An automotive master cylinder takes the input of the brake pedal and uses it to push hydraulic fluid out to the wheel cylinders and brake calipers. After the master cylinder is replaced the brakes need to be bled to remove air from the system. If air is trapped in the brake lines it will lessen the amount of force the master cylinder applies to the brakes.
Removing the Master Cylinder
Begin by siphoning as much of the brake fluid out of the master cylinder as possible. Brake fluid will strip the paint off metal so be careful not to allow brake fluid to come in contact with any painted surfaces on the vehicle.
Disconnect the hydraulic lines from the master cylinder. Disconnect the pushrod from the brake pedal. Remove the two bolts that connect the master cylinder to the power booster. Remove the master cylinder from the vehicle.
Depending on the make and model of the vehicle you're servicing you may have to remove components from the old master cylinder and transfer them to the new one. Follow the guidelines listed in the vehicle's service manual.
Installing the Master Cylinder
Position the brake master cylinder against the power booster and reconnect the bolts that secure it. Reconnect the pushrod from the brake pedal. Reconnect the hydraulic lines to the master cylinder. Fill the master cylinder with fresh hydraulic fluid.
Bleeding the Brake Lines
Bleeding the brake lines is the process by which air is forced out of the hydraulic system, and should be done any time a brake system component is removed or the brake lines are disconnected.
Begin by making sure the vehicle is parked on a level surface and the master cylinder is topped off. Do not allow the master cylinder to empty during this process. That would allow more air to enter the hydraulic circuit.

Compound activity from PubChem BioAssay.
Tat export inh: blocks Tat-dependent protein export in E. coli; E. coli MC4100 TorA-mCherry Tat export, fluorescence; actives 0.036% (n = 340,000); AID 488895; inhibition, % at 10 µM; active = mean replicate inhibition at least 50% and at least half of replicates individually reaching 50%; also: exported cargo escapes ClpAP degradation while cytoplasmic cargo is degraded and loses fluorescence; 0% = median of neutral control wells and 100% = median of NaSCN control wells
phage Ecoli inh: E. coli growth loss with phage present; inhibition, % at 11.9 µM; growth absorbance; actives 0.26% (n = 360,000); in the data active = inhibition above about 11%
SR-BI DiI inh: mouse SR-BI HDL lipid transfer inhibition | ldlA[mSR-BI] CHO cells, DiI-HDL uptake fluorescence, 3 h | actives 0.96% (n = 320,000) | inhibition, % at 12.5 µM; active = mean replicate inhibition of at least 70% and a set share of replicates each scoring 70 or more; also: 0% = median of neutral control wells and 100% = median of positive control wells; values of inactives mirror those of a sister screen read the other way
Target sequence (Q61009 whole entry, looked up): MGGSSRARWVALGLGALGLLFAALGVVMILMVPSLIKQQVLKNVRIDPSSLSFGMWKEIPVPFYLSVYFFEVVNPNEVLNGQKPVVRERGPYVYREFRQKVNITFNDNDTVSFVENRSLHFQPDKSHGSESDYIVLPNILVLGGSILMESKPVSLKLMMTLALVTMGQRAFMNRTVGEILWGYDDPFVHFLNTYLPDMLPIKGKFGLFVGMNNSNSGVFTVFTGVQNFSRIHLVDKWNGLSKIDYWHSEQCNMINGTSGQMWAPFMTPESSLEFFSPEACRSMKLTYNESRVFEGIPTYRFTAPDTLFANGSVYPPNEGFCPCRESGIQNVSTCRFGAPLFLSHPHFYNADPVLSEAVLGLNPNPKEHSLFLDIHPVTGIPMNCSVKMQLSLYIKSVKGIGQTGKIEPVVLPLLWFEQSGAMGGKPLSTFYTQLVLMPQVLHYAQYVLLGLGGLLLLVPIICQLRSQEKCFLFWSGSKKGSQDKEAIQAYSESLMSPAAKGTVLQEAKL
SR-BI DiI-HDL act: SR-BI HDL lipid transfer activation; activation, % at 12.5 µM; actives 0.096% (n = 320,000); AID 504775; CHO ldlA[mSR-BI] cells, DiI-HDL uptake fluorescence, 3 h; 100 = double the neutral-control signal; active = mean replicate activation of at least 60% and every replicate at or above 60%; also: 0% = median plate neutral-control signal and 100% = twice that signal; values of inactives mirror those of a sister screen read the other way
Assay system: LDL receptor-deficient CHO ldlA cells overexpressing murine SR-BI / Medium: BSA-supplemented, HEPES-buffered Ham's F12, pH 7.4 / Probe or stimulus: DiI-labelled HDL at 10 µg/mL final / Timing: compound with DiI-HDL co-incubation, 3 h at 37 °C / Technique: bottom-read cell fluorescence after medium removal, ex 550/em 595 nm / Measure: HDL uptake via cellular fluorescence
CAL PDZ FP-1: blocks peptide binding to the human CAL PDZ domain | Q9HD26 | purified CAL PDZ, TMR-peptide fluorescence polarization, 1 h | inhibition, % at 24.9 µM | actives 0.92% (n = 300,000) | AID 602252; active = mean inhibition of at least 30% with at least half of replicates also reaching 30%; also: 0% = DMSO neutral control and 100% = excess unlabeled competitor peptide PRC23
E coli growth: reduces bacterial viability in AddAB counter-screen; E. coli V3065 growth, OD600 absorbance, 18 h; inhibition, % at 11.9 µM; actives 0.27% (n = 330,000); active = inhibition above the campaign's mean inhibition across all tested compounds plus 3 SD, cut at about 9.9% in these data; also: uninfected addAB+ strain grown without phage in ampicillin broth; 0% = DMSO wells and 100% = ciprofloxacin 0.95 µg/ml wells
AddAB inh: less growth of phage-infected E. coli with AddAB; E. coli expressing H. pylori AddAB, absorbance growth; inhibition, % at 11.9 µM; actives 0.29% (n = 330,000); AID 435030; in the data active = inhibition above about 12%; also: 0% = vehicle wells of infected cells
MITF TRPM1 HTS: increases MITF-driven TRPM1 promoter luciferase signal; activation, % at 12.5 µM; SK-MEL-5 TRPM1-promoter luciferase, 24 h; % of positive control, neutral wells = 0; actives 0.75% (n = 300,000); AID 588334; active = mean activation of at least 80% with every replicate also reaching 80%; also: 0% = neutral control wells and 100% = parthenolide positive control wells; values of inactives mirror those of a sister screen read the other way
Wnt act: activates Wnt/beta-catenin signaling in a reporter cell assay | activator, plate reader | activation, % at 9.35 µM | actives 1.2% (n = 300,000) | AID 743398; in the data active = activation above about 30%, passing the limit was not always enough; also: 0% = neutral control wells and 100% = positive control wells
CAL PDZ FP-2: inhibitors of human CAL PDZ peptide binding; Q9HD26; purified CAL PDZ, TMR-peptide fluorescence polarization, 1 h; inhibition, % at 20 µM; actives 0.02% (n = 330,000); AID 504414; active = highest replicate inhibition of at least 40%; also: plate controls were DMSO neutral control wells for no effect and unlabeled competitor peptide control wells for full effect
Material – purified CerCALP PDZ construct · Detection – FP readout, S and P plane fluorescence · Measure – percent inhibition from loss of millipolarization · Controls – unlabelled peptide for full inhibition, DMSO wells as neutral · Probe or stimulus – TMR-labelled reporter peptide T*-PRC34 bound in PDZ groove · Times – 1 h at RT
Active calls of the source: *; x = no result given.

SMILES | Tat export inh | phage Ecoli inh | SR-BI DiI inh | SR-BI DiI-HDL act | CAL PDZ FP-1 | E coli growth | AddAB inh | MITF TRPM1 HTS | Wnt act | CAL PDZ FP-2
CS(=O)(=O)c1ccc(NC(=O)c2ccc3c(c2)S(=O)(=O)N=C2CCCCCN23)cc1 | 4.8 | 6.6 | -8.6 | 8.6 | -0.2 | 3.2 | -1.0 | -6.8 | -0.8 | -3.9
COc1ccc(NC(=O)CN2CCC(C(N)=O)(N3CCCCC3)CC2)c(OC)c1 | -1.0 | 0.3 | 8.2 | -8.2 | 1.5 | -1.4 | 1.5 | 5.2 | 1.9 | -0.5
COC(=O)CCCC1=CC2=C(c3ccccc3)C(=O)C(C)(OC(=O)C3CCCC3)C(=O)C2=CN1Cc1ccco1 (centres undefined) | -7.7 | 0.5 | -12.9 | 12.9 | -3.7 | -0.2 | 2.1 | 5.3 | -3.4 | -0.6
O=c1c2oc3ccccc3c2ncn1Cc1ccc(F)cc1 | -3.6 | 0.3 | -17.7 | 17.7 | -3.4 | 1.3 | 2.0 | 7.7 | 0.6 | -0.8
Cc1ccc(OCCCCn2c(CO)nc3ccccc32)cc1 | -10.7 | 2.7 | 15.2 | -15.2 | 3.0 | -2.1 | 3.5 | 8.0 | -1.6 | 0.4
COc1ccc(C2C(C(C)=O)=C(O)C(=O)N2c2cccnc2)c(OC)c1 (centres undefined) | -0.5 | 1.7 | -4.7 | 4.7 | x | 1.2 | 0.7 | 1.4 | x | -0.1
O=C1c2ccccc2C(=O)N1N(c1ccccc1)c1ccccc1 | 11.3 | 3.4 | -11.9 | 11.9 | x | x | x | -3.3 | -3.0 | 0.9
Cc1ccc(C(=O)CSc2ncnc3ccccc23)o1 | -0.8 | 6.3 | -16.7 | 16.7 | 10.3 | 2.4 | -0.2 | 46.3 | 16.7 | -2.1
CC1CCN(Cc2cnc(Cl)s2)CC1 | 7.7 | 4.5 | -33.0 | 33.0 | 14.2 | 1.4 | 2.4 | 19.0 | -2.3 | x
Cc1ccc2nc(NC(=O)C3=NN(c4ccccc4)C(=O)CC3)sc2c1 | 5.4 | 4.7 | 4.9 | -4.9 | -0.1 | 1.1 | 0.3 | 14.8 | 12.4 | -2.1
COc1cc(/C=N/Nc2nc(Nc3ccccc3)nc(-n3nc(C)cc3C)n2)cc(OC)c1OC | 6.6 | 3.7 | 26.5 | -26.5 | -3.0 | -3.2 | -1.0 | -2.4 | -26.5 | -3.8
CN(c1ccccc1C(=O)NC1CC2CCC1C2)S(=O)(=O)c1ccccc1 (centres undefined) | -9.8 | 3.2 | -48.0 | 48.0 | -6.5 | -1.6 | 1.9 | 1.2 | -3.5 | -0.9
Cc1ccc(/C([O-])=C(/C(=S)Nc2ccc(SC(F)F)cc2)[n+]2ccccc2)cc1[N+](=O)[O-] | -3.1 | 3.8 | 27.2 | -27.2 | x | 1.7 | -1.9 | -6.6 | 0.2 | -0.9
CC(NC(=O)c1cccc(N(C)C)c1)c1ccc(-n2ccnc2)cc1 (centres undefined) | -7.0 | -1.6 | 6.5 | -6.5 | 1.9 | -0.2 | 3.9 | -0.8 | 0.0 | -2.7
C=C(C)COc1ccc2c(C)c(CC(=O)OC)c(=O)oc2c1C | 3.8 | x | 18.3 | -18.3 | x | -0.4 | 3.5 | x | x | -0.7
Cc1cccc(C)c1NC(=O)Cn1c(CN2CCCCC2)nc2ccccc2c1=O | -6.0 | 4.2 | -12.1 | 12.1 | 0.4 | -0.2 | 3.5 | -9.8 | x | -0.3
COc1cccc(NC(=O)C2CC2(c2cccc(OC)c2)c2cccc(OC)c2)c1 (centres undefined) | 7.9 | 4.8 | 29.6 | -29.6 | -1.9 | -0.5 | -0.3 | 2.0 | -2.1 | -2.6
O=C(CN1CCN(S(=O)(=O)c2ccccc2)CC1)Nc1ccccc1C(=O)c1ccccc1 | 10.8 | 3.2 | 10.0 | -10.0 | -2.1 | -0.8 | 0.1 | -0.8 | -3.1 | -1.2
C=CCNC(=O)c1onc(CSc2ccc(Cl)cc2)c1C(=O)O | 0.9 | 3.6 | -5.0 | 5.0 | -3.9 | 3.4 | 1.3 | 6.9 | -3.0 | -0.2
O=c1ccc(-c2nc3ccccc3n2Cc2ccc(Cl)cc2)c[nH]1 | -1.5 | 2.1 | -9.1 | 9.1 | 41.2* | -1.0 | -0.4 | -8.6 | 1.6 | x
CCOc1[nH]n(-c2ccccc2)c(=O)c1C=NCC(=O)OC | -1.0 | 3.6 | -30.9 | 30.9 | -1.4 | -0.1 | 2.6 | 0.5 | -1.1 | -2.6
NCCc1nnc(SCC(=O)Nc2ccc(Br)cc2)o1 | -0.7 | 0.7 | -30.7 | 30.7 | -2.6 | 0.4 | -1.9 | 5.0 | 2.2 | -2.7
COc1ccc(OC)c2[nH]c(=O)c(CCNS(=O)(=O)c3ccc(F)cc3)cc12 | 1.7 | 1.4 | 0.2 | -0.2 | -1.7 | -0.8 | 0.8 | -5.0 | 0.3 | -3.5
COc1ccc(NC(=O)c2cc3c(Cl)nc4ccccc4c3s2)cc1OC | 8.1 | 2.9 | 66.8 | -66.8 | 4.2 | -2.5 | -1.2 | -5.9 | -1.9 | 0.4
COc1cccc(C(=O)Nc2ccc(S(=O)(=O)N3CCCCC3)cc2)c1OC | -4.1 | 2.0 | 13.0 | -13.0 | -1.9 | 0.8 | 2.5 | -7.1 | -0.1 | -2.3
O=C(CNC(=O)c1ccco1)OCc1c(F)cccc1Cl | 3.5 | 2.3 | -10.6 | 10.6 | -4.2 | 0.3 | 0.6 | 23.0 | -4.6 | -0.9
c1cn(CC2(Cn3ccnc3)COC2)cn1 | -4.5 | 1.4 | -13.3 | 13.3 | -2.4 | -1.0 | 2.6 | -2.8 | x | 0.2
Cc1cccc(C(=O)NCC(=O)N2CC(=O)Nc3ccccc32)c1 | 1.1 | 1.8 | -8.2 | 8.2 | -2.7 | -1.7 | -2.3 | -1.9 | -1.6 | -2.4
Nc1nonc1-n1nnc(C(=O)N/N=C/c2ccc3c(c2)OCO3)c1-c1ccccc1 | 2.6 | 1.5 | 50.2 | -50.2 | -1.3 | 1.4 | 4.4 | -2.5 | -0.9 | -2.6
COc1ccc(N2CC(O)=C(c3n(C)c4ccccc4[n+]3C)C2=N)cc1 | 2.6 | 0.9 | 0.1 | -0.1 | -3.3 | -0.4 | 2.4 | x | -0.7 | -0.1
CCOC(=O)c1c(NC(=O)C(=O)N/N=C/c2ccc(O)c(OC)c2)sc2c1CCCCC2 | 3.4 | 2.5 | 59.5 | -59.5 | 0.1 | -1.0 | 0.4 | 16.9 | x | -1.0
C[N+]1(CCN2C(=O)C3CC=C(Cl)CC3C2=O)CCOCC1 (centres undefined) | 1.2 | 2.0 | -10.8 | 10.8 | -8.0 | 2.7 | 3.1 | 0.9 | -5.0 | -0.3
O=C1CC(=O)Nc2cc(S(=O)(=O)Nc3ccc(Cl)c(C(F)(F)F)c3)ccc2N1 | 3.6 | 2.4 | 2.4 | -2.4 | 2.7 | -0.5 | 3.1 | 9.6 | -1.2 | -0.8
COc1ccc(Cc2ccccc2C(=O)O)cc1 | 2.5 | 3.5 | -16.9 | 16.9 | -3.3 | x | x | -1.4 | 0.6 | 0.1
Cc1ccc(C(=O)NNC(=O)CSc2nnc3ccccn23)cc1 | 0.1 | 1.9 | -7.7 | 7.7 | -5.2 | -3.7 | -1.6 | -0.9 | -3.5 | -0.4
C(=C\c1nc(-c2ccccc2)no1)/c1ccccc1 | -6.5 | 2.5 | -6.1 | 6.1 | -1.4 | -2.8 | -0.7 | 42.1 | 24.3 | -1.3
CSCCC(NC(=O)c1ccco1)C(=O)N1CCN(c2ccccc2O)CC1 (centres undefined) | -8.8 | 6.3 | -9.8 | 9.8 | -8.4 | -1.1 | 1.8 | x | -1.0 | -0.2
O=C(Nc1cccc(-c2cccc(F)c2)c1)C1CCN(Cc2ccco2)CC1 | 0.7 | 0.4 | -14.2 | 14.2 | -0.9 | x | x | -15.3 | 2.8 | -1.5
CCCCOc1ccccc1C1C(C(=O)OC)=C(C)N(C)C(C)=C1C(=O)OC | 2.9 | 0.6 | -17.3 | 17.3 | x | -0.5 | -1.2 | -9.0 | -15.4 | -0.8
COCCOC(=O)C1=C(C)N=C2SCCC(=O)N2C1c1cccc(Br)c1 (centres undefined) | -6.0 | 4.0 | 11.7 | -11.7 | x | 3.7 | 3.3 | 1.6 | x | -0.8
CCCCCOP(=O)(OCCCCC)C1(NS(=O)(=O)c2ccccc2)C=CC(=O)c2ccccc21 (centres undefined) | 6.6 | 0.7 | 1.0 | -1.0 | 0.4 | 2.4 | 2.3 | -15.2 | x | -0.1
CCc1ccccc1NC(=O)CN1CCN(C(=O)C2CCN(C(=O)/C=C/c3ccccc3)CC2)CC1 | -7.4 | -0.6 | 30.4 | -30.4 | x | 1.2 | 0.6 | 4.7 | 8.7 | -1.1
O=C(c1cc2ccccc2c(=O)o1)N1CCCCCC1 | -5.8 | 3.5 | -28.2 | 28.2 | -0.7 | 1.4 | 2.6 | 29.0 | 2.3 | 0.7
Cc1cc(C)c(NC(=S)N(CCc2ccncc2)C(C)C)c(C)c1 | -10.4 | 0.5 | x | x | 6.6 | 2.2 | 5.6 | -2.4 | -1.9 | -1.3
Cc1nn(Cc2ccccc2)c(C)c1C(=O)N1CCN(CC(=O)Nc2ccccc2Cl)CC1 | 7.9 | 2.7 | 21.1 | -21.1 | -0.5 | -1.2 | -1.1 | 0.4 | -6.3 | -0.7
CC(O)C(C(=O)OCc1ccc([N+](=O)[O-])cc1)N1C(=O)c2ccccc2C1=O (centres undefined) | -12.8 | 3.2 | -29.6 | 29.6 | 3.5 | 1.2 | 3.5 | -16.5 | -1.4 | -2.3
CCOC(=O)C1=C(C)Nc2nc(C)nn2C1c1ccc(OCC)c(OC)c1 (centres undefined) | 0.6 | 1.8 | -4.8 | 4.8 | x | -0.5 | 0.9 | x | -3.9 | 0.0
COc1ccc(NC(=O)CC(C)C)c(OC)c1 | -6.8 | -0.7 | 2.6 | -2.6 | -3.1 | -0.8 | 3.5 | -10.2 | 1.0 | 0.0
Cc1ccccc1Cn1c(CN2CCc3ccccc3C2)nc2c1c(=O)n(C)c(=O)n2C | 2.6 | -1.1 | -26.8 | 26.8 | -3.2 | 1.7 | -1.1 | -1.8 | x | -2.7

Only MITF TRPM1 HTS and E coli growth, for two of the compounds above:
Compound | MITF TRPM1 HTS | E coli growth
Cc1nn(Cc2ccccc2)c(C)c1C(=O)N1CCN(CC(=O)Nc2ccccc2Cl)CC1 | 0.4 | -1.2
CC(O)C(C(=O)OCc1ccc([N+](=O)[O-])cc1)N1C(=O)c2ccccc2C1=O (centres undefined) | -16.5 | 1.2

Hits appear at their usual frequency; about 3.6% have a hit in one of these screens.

Lift the vehicle and support with jack stands underneath the frame or axles. Remove the wheels and tires. You will need to locate the bleeder screw on each wheel cylinder/brake caliper. On drum brakes the bleeder screw is usually located on the inboard side of the brake backing plate. On disc brakes the bleeder screw is normally near the fitting where the brake line attaches to the caliper.
Start with the wheel closest to the master cylinder; on most cars this will be the front left wheel. Fit a length of clear plastic tubing over the bleeder screw and place the other end in a jar with brake fluid in the bottom. Make sure the end of the hose in the jar is covered with brake fluid at all times.
Have an assistant operate the brake pedal. Have the assistant pump the brake pedal a few times and then hold it down. Open the bleeder screw, and watch as the fluid leaks out. You are looking for air bubbles in the line.
Close the screw and repeat the process until fluid comes out of the line with no air bubbles. Then continue around to the right front wheel, then the left rear wheel and finally the right rear wheel. After all the brakes have been bled you can reinstall the wheels and tires and lower the vehicle.
- "Haynes Chevrolet Camaro V8 Automotive Repair Manual"; Scott Mauk and J H Haynes; 1981
- "Chilton Ford Escort/Lynx 1981-90 Repair Manual"; Nichols/Chilton Editors; 1999
- "Haynes Ford Full-Size Vans 1969 thru 1991 Repair Manual"; Curt Choate and John H. Haynes; 1992
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